Results from the APP chimeric molecules reinforced the studies with the FLAG-tagged constructs in that the TMD of the substrates appeared to significantly alter the effects of sulindac sulfide and flurbiprofen on γ-cleavage. When the TMD of APP was replaced by that from APLP2, Notch-1, or ErbB4, the responsiveness of γ-secretase to NSAIDs changed substantially. The TMD of APLP2, which shows considerable sequence homology to APP (75% identical), was sensitive to sulindac sulfide in a fashion highly reminiscent of APP. Namely, smaller species were increased, and production of the largest peptide was reduced. In contrast, the TMD of ErbB4 or Notch-1 inserted into APP prevented NSAID modulation of γ-cleavage. Further analyses showed that even small substitutions in the APP TMD were able to change both the overall γ-cleavage pattern and the sensitivity to NSAID. TMD substitution near the luminal face of APP (APP-Notch TMD-A) yielded a cleavage pattern that was similar to Aβ. The major peak (1–39) corresponded to the -MVGGVV C terminus that characterizes Aβ40 in wild-type APP, with other cleavages in a relatively normal distribution. Surprisingly, this construct was resistant to modulation by sulindac sulfide. This result highlights the importance of the GXXXG motif in generating full-length Aβ peptides first defined by the Multaup laboratory and also consistent with the results reported by Kukar et al. using different GSMs (38–40). The second small TMD substitution (APP-Notch TMD-B) had a different cleavage pattern, with the largest peak corresponding to the Aβ38 C terminus -MVGG, yet it was responsive to both drugs tested. The former result is not surprising because single amino acid mutations, both artificial and those occurring in familial Alzheimer's disease, have been shown to have profound effects on the Aβ42/Aβ40 ratio and the overall profile of Aβ as observed by MALDI-TOF (41–44). In addition, fluorescence resonance energy transfer studies indicate that mutations and drugs that cause the same shift in cleavage site preference cause similar changes in PS conformation (28). In summary, these results appear to reinforce the notion that the domain in APP that is required for GSM activity is at or near the GXXXG motif and not at the C terminus of Aβ where one might have anticipated, as it is where the alteration of γ-cleavage actually takes place.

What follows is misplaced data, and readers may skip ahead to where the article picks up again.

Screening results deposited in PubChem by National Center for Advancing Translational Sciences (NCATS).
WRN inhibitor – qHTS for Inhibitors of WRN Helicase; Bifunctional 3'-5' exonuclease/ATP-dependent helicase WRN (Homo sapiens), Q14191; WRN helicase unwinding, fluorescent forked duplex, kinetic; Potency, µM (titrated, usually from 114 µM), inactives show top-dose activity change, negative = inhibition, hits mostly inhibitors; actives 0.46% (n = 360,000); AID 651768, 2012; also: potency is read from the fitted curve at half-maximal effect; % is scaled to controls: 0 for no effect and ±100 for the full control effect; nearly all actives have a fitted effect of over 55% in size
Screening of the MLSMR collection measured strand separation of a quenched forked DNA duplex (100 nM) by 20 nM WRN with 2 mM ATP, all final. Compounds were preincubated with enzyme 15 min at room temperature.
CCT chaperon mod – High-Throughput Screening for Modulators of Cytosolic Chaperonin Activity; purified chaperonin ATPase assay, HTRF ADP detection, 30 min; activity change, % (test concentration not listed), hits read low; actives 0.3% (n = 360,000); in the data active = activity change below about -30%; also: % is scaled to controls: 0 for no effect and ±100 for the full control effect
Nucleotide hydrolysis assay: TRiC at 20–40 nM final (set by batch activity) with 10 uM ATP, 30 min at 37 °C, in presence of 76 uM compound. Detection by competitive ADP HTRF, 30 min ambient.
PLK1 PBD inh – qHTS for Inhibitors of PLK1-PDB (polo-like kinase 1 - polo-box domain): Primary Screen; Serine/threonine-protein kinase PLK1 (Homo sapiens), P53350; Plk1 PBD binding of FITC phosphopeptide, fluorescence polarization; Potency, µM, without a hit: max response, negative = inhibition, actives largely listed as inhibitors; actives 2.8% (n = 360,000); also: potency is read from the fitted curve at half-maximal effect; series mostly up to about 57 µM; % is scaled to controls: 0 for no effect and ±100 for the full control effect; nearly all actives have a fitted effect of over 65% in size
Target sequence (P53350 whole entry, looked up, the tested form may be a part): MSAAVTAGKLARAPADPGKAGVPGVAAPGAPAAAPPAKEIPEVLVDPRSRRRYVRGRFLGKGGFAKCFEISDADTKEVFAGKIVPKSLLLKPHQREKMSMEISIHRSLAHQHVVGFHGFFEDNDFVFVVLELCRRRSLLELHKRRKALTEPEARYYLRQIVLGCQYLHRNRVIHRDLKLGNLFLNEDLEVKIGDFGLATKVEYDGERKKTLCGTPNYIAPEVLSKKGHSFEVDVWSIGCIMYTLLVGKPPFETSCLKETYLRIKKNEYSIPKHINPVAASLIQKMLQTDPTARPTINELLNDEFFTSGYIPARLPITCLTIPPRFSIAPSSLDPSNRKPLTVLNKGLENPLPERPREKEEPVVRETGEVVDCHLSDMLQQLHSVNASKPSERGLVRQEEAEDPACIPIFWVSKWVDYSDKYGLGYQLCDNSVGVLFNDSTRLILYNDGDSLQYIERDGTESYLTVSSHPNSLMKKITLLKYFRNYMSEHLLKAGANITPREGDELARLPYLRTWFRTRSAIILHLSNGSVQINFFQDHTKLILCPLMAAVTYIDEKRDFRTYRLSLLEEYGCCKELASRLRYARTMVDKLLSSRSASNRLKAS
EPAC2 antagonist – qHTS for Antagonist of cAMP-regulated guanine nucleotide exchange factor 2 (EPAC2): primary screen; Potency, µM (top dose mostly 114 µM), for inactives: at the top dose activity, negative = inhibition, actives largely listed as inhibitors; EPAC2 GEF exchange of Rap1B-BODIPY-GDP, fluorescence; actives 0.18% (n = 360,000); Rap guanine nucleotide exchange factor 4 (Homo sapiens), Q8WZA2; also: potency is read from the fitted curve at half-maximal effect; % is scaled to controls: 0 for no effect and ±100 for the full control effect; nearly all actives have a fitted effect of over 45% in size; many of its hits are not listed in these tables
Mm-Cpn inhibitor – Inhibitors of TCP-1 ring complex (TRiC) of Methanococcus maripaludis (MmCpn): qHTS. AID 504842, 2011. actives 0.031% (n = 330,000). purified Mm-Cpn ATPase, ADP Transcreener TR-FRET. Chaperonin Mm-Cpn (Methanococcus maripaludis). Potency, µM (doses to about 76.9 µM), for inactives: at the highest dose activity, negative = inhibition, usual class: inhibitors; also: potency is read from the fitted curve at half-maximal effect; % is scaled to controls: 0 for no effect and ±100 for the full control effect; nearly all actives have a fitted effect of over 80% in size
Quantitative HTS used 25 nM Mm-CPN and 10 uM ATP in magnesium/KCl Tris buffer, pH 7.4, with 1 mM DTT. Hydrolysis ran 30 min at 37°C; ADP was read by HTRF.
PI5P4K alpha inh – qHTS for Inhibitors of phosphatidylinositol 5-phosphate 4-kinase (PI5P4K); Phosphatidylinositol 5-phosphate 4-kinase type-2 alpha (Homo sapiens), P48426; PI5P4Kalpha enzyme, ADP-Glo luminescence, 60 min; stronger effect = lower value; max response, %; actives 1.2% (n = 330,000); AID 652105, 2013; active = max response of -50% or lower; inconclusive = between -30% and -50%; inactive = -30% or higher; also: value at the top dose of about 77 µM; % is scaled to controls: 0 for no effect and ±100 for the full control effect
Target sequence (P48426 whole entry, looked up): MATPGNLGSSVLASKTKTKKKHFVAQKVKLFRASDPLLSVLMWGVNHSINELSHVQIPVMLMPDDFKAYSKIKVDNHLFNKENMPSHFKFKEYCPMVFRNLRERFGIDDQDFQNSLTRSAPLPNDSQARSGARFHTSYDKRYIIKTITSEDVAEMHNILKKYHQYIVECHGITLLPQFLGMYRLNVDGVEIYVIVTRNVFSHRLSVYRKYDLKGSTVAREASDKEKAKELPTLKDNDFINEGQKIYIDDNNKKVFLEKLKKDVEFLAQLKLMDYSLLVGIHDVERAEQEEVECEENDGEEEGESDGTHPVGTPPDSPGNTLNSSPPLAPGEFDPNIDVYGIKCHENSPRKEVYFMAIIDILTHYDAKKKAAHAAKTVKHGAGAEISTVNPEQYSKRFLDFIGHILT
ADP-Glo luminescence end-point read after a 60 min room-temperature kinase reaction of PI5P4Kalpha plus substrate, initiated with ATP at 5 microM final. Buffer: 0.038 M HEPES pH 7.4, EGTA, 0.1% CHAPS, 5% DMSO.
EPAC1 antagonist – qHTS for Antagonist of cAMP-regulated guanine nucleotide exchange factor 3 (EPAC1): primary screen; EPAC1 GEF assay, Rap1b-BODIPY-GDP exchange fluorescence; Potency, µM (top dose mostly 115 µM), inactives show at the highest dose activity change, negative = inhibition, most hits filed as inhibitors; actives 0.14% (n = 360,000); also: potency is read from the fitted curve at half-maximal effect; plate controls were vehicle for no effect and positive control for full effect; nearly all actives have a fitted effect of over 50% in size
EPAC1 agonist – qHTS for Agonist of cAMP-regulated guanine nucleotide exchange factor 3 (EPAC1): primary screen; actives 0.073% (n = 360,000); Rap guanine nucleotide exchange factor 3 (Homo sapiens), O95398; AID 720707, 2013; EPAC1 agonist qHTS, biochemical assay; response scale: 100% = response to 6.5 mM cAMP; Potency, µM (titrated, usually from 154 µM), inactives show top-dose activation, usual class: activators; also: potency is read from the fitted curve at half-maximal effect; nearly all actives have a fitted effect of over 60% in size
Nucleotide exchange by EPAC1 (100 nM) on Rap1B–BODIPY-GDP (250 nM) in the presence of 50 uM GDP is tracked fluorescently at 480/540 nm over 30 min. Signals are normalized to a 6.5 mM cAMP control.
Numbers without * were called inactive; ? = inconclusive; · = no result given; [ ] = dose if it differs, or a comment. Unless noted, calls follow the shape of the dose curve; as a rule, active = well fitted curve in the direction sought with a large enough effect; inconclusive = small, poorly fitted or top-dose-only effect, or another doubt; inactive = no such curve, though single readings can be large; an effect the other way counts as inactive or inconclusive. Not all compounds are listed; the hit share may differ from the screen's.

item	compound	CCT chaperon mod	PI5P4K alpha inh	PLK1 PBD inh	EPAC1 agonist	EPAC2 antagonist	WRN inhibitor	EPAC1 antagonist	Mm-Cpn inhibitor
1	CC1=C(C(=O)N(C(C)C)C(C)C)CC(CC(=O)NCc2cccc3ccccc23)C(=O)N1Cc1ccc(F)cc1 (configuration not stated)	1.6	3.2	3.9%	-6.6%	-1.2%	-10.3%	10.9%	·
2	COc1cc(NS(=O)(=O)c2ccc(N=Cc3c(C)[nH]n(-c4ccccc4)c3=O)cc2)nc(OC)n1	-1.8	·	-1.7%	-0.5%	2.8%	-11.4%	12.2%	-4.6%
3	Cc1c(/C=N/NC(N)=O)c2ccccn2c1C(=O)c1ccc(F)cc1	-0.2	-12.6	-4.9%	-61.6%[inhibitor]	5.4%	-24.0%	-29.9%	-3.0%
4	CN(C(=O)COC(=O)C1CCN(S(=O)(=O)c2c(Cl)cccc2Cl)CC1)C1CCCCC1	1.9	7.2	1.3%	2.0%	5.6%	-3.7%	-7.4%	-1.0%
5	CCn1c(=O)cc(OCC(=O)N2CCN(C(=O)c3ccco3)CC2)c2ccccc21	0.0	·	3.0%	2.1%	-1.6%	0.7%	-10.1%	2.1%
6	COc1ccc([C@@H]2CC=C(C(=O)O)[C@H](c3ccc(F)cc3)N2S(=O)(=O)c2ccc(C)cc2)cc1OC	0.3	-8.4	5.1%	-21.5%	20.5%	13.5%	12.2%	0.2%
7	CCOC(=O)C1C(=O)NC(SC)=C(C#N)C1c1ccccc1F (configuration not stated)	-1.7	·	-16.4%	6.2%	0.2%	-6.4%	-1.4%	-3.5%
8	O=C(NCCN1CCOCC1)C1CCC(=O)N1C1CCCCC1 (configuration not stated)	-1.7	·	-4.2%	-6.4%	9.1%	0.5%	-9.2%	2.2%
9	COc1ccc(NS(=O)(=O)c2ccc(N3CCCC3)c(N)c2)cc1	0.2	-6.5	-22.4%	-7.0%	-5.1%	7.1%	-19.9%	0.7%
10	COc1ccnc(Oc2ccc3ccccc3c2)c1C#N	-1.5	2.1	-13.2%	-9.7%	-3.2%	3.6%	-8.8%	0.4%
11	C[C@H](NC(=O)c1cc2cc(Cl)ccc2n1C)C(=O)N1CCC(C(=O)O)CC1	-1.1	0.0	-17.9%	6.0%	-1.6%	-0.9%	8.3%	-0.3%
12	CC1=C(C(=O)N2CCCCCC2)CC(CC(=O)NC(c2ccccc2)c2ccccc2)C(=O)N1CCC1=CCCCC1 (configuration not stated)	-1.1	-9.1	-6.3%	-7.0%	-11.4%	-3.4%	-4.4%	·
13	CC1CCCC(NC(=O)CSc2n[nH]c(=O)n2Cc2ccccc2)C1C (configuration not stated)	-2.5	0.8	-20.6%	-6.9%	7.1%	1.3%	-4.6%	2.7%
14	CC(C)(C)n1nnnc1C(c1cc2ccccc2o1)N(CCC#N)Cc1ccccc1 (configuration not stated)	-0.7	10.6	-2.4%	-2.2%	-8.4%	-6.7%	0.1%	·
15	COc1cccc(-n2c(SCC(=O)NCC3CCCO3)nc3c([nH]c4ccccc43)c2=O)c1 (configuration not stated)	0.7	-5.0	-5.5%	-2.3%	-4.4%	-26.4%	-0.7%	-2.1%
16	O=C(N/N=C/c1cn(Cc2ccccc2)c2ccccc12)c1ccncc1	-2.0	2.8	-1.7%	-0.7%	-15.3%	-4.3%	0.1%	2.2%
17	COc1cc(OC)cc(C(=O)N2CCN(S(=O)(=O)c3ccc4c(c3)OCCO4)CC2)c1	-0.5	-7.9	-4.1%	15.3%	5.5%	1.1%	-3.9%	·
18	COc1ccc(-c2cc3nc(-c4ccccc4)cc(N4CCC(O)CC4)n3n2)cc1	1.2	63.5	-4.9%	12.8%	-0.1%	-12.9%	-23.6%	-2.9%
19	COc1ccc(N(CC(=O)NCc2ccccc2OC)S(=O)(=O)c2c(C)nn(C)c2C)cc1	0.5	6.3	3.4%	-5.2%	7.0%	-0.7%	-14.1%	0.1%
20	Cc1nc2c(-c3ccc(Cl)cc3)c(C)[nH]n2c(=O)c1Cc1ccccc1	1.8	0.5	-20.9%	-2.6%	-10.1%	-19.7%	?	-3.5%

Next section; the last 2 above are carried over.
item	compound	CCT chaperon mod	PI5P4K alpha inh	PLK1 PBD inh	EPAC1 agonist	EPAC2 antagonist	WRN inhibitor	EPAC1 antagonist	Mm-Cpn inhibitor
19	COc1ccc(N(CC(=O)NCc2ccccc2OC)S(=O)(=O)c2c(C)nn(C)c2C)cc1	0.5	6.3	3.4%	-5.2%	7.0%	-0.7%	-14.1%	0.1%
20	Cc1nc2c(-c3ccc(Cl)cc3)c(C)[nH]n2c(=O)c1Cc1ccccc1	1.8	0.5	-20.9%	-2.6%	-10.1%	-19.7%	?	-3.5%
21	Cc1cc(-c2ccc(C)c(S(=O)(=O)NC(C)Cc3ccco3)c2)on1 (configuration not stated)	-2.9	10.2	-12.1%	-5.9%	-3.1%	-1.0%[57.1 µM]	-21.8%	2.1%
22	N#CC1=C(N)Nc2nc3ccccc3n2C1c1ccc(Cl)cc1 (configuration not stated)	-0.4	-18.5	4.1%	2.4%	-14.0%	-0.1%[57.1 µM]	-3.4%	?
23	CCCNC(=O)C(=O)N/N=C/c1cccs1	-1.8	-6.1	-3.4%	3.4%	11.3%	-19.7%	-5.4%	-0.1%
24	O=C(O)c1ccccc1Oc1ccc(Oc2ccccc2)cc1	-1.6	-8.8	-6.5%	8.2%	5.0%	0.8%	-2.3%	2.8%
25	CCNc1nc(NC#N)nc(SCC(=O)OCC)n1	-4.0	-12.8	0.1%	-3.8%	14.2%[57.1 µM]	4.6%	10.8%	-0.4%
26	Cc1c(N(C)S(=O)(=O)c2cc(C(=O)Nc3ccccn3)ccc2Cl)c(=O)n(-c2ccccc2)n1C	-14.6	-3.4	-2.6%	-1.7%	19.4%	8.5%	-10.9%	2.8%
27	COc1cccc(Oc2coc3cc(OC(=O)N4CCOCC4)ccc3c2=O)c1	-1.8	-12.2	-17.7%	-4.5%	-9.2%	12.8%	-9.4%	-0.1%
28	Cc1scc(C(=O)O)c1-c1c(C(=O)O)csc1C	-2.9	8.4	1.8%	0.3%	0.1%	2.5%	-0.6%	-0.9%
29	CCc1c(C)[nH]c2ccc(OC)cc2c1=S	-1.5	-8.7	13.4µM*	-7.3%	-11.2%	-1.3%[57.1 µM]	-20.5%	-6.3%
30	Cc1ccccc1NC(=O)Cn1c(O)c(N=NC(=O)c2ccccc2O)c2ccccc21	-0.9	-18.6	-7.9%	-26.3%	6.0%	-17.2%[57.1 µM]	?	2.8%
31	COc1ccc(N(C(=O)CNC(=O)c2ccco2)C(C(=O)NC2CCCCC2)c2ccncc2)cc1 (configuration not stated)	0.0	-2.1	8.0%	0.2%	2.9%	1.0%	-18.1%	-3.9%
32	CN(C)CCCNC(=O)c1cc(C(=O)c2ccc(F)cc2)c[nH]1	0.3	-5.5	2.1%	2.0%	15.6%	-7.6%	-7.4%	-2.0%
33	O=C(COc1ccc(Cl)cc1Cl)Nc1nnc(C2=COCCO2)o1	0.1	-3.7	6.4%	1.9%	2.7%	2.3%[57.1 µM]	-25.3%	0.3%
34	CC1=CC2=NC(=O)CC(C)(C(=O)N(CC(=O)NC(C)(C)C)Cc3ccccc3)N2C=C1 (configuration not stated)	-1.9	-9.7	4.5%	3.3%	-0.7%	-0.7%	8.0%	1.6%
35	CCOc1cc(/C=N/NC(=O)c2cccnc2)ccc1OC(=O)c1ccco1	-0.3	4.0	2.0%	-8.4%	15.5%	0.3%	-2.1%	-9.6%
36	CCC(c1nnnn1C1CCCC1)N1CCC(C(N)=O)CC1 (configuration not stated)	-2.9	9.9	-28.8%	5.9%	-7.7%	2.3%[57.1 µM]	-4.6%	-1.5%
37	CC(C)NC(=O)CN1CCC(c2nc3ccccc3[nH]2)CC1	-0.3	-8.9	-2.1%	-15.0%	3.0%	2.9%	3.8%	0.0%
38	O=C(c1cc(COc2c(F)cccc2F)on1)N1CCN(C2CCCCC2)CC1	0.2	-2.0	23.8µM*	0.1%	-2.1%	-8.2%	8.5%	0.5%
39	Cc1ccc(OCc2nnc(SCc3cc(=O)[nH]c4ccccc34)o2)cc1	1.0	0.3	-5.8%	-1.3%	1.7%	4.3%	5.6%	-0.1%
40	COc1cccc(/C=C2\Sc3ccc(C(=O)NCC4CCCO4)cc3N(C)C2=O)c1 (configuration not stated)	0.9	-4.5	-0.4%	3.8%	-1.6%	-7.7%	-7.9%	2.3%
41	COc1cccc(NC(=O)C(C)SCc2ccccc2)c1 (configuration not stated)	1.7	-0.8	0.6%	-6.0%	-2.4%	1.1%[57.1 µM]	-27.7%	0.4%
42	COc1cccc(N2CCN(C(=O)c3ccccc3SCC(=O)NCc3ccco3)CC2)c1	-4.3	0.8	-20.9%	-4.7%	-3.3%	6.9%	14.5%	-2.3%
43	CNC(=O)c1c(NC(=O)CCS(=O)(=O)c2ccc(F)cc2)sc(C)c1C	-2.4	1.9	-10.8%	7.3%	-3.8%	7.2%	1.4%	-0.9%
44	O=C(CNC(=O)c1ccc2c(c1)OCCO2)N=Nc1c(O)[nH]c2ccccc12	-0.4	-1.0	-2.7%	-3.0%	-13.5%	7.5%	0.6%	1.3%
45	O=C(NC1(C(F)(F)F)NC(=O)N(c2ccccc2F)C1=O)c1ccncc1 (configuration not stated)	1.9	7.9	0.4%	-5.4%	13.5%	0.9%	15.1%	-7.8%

A study by Okochi et al. found that γ-cleavage of a Notch-1-based truncated construct was shifted by treatments with NSAIDs in a manner analogous to that seen in APP by bicine-urea gels (45). They reported that sulindac sulfide decreased generation of an Nβ (cognate Notch Aβ) fragment terminating in -AAAAFV, whereas we observed that cleavage at this same site in the APP-Notch chimeric construct (1–40) was unchanged by either sulindac sulfide or flurbiprofen. The discrepancy between the two studies could be due to the different Notch-1 constructs and analysis methods used. Our APP-Notch construct was an artificial chimera, whereas Okochi et al. (45 used a truncated Notch construct. Further, we assessed primarily by MALDI-TOF, whereas the changes in secreted Nβ peptides were assessed by gel electrophoresis alone by Okochi et al. (45). Mass spectrometry is only semiquantitative, and given the difference in systems, our study could have missed the subtle alterations reported by Okochi et al. (45) using a more authentic substrate. However, our study was more directed toward overall substrate specificity of GSMs, and in this regard, the findings are all internally consistent.